A summary of this committee meeting is not yet available.
South African National Taxi Council (SANTACO): Memo to the President
PUBLIC SERVICES SELECT COMMITTEE
25 June 2003
NATIONAL ROAD TRAFFIC AMENDMENT BILL: BRIEFING BY DEPARTMENT OF TRANSPORT
TAXI RECAPITALISATION PROGRAMME - PROGRESS AND PROBLEMS: JOINT BRIEFING BY DEPARTMENTS OF TRANSPORT & TRADE AND INDUSTRY
Chairperson: Ms P Majodina
Documents handed out:
Taxi Recapitalisation (PowerPoint Presentation)
National Road Traffic Amendment Bill (B31B-2003)
The Committee was briefed on problems with the conversion of drivers' licences and the exemptions and extensions to deadlines proposed in the Bill. The Committee was also briefed on progress with the Taxi Recapitalisation Programme, particularly in the wake of a memorandum from the South African National Taxi Council (SANTACO) to the State President. The Departments of Transport and Trade and Industry explained SANTACO's concerns and what Government was doing to address these issues through engagement and negotiation. The Committee asked that every effort be made to include SANTACO in the process.
National Road Traffic Amendment Bill
Mr John Motsatsing, Traffic Legislation Officer of the NDOT, said in his presentation that there had been problems with the conversion of licences in identity documents (IDs) as well as with some that were not part of IDs. Provision needed to be made for circumstances in which some information required for drivers' licenses was not contained in ID documents. Such people need more time to convert their licences. There were also problems in accessing the necessary information in the case of holders of licenses from the former (Transkei, Boputatswana, Venda and Ciskei) TBVC states. The aim of the Bill was to help drivers to convert and to assist the Department of Home Affairs in accessing the required information. It would also make provision for people who could not convert in time - those in prison, medical facilities or people contracted to work outside South Africa.
The Chair pointed out that license holders in the former TBVC states already had exemption until September. She wanted to know what was going to happen now.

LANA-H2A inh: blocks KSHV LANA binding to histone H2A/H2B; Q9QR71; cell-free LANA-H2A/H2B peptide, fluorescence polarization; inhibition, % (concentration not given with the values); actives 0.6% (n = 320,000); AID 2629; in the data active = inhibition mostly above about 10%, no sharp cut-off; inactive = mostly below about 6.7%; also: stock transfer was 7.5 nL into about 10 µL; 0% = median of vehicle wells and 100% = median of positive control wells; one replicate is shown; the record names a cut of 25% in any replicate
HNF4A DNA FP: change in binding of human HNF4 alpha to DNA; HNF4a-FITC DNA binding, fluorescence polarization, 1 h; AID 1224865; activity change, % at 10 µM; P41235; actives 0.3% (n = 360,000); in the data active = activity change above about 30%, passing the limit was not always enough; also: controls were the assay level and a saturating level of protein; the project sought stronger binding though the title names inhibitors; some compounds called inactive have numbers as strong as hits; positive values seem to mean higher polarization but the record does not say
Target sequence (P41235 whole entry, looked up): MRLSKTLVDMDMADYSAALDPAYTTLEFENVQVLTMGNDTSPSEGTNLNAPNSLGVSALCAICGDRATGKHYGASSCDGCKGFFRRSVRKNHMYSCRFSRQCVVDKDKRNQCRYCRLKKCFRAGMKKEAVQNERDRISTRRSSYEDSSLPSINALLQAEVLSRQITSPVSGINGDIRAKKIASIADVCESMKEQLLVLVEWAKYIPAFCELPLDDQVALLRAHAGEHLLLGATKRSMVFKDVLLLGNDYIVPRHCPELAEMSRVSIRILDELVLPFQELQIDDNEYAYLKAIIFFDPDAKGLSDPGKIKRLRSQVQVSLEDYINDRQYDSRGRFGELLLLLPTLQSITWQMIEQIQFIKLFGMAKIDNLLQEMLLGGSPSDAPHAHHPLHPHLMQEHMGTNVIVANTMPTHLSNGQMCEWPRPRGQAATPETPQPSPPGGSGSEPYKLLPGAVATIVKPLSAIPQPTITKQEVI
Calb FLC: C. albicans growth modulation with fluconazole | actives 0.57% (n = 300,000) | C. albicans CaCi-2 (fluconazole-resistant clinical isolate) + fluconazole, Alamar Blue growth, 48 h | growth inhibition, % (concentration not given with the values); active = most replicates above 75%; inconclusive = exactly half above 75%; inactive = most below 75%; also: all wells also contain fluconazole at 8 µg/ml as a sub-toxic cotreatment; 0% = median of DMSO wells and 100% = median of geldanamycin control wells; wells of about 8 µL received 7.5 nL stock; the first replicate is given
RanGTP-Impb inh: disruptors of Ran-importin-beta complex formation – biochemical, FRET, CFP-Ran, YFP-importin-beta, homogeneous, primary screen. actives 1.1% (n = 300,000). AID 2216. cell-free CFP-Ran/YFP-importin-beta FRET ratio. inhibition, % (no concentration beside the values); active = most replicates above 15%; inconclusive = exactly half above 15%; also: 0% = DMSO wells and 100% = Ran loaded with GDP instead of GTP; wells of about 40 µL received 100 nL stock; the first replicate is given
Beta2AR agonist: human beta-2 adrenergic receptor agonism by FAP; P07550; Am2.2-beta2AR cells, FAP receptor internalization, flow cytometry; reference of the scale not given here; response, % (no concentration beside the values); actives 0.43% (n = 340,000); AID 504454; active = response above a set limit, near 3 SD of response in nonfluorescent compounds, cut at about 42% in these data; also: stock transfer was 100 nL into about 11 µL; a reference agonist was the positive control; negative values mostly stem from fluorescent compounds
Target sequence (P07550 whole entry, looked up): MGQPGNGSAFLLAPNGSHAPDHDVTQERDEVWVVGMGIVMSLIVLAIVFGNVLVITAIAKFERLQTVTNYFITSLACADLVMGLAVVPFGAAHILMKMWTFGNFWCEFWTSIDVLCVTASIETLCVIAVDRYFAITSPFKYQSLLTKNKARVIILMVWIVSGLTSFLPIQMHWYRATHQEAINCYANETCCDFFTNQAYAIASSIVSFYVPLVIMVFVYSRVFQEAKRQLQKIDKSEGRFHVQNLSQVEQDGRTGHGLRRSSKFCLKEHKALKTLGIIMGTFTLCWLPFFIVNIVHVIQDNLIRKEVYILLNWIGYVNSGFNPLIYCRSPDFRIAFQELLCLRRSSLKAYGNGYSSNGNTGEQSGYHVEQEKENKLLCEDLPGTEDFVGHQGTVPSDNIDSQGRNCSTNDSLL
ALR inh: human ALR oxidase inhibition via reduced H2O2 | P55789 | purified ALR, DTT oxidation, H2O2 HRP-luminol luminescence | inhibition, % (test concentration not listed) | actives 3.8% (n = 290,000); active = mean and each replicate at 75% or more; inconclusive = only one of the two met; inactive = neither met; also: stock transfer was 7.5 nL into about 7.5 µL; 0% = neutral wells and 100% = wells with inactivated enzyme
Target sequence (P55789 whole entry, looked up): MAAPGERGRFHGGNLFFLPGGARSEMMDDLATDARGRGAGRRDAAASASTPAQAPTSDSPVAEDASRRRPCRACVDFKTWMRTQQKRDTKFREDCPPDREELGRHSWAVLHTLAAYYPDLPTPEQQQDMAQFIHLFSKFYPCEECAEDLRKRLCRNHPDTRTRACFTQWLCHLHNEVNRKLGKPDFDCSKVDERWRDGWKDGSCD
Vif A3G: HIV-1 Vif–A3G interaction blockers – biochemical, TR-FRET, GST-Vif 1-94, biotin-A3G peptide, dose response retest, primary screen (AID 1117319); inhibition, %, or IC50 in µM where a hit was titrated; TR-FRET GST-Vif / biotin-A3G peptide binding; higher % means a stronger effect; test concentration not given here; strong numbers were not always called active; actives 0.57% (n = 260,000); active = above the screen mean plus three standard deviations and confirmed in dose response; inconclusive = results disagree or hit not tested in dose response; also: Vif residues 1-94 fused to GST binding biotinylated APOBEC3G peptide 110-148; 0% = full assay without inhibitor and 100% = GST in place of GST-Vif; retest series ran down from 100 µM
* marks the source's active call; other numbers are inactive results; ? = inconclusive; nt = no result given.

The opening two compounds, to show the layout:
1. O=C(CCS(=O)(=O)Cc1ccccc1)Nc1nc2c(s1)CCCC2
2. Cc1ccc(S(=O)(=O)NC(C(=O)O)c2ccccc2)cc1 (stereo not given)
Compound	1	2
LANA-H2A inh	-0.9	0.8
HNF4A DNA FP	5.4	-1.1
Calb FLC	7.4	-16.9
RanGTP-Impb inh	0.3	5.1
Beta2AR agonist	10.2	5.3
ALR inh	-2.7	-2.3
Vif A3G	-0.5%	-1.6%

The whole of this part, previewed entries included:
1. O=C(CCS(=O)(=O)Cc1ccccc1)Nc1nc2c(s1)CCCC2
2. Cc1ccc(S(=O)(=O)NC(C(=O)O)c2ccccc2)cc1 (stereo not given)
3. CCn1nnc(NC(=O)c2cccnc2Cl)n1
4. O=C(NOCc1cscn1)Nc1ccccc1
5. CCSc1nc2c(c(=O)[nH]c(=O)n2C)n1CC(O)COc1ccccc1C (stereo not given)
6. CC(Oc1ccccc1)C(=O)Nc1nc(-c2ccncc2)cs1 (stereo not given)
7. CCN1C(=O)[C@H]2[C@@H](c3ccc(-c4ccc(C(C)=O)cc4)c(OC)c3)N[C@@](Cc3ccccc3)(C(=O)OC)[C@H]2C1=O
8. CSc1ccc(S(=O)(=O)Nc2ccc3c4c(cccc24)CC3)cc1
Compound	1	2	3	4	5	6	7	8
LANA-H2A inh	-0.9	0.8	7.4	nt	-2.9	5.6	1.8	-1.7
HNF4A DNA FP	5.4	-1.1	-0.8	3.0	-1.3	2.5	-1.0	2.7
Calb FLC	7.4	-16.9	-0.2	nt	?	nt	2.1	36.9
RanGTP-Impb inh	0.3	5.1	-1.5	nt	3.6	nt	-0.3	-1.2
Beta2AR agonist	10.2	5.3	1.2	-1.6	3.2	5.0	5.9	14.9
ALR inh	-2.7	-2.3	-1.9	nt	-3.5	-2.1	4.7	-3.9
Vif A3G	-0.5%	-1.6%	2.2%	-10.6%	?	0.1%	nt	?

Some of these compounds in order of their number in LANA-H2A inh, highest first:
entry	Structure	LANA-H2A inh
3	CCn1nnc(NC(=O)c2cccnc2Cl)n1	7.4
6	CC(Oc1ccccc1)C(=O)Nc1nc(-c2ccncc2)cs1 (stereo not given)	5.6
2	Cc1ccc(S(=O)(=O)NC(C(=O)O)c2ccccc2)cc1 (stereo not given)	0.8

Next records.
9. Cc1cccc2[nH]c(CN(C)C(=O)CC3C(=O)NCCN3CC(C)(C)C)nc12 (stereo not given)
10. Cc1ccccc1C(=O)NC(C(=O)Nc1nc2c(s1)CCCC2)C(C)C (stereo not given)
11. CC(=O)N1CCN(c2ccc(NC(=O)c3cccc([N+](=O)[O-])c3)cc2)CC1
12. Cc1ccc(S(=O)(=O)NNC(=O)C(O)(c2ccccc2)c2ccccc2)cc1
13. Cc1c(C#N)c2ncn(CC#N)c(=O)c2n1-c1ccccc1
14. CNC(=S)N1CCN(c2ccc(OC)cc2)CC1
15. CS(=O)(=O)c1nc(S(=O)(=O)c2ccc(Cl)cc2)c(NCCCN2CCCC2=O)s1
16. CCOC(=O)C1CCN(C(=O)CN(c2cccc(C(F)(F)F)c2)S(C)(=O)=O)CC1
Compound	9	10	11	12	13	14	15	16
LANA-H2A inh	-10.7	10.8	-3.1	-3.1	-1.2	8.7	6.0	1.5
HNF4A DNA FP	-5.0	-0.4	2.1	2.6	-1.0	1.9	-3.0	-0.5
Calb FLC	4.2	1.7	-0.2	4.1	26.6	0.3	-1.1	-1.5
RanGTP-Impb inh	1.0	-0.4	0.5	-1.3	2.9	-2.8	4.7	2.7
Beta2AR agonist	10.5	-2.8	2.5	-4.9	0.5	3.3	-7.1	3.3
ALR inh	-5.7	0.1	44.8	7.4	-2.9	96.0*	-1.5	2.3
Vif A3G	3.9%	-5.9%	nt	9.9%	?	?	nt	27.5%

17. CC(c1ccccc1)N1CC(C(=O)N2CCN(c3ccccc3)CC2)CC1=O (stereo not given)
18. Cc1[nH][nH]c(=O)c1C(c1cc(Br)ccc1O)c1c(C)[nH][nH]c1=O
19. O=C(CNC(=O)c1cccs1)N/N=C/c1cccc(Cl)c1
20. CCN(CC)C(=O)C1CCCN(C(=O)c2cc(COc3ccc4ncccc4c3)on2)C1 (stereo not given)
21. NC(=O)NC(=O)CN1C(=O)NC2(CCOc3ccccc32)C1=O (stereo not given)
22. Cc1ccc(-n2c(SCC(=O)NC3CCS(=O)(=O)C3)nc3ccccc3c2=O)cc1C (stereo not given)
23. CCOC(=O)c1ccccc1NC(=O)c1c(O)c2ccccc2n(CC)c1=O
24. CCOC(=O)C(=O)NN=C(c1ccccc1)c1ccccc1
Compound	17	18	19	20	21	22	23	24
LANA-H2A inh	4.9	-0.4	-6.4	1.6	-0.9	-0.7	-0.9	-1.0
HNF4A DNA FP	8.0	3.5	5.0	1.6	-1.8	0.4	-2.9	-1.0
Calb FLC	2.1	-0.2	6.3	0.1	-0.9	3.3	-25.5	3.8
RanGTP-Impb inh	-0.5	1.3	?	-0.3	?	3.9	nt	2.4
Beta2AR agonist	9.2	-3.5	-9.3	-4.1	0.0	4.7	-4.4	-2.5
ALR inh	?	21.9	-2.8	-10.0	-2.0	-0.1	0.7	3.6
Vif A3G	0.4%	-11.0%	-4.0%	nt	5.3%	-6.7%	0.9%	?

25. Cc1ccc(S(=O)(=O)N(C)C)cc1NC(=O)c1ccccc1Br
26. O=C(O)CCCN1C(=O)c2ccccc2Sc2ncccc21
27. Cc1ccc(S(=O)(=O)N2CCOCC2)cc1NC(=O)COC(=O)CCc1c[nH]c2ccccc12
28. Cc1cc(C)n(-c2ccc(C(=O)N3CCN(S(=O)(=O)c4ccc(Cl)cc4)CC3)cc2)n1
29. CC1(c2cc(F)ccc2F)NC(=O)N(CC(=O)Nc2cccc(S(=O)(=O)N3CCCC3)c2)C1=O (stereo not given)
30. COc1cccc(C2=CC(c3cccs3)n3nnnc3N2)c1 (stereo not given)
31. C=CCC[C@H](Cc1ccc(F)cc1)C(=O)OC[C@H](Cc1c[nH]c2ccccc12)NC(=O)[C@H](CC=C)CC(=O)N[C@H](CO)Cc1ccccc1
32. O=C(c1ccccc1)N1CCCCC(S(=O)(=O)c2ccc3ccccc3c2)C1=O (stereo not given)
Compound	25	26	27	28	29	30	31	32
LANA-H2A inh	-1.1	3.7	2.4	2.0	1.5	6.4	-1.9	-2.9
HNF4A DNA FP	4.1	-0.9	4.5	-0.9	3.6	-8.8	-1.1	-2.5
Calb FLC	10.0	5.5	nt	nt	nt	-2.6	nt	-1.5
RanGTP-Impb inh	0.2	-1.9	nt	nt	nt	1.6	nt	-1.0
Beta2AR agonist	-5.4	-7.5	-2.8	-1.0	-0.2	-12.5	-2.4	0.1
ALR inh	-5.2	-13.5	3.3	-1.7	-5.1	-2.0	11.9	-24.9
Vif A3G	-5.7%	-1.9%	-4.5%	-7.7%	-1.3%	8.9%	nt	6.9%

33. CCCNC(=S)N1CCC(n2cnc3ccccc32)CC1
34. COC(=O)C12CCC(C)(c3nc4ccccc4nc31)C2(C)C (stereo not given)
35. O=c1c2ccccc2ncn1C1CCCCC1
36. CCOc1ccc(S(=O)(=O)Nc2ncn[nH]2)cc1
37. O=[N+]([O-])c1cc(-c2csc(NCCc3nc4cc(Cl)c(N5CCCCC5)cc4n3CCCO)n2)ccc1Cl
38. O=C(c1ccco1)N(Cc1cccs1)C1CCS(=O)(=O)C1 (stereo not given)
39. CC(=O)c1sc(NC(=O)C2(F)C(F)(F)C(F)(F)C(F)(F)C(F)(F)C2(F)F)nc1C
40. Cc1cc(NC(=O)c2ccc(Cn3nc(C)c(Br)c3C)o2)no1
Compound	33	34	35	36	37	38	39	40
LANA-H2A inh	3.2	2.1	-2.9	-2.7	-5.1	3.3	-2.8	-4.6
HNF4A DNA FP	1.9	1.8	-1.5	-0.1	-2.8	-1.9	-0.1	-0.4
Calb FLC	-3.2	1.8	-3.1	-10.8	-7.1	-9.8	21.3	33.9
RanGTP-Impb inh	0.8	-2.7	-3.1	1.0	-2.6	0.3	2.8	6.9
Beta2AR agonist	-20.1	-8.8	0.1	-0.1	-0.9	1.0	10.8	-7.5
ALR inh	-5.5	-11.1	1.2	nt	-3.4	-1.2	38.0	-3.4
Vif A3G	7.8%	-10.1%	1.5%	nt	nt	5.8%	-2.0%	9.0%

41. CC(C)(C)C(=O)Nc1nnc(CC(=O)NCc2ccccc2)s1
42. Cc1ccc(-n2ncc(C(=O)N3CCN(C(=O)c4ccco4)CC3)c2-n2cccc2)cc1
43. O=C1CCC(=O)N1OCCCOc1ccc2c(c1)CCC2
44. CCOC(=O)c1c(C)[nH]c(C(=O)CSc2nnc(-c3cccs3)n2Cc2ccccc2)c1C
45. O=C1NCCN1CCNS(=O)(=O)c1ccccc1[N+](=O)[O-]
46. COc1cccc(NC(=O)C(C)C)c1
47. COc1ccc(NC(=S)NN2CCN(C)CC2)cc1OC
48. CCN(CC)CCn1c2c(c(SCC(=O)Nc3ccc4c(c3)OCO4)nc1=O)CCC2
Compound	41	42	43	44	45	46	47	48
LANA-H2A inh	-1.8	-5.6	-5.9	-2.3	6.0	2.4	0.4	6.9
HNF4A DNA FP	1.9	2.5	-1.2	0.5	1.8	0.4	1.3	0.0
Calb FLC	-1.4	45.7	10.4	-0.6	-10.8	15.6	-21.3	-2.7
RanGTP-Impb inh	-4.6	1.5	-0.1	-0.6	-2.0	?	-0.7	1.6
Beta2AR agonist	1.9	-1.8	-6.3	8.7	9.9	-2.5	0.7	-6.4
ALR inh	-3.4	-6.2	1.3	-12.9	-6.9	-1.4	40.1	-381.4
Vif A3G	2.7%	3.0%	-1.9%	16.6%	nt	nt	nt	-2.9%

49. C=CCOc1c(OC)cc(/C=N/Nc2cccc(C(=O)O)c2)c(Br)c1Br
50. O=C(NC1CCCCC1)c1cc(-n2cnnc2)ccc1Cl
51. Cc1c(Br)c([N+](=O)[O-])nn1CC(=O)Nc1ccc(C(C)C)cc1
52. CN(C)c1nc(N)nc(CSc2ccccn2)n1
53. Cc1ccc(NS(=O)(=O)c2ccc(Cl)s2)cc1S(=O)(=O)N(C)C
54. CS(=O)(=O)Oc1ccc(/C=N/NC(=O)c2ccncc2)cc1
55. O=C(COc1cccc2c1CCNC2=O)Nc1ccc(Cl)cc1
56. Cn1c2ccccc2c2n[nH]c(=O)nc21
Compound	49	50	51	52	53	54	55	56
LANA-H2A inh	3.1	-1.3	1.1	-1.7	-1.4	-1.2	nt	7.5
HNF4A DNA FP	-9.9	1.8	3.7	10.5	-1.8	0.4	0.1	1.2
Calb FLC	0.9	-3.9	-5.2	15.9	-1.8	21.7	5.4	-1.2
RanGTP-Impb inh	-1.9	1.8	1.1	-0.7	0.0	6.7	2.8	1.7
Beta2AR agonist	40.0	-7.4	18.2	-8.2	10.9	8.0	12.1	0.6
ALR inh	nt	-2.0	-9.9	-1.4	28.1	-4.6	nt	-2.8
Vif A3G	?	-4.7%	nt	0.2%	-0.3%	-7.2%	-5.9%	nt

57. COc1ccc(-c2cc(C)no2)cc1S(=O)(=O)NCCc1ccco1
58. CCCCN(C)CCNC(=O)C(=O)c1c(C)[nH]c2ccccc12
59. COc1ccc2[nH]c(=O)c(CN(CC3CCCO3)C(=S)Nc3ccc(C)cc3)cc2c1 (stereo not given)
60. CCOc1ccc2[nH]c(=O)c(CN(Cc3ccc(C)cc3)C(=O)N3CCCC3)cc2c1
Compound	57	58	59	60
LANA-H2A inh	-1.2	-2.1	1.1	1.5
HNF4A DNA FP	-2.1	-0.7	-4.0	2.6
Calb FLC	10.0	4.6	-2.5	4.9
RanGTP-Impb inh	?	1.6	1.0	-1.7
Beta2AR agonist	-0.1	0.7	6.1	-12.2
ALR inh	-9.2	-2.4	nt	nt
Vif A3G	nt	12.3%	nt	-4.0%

Mr V Windvoël (ANC, Mpumalanga) asked whether this meant that anyone who had been registered in the TBVC states would now have more time to apply. He wanted to know why the required information for conversion was not available on the Department's own database.
Dr P Nel (NNP, Free State) asked whom exactly the six months grace period mentioned in the bill will apply to.
The Chair observed that, although people with licences in ID documents that did not contain the necessary information were going to be given another opportunity, some had already been fined for not having the right format.
Mr Motsatsing replied that there would only be exemptions in stipulated cases. Those who had already been fined would not qualify. The six month-period pertained to people in prison during the conversion period who could produce a release form from the Department of Correctional Services, as well as those in medical facilities or on contract outside South Africa at the time who would also be required to provide documentary evidence to that effect. Regarding the issue of license information not contained in ID documents and the Department not having access to required information, Mr Motsatsing said there had been difficulties in obtaining data from the former TBVC states. TBVC licence holders would now be able to convert their licences beyond the September deadline. There would be a postponement from September to a new cut-off date to be announced by the Minister.
Mr Windvoël asked what the Department was doing to inform people about these issues. Did traffic officers know about the temporary exemption for TBVC license holders?
Mr N Raju (DA, KwaZulu-Natal) asked about the position of people with drivers' licences from neighbouring states. What would happen if such a person was apprehended for a traffic offence?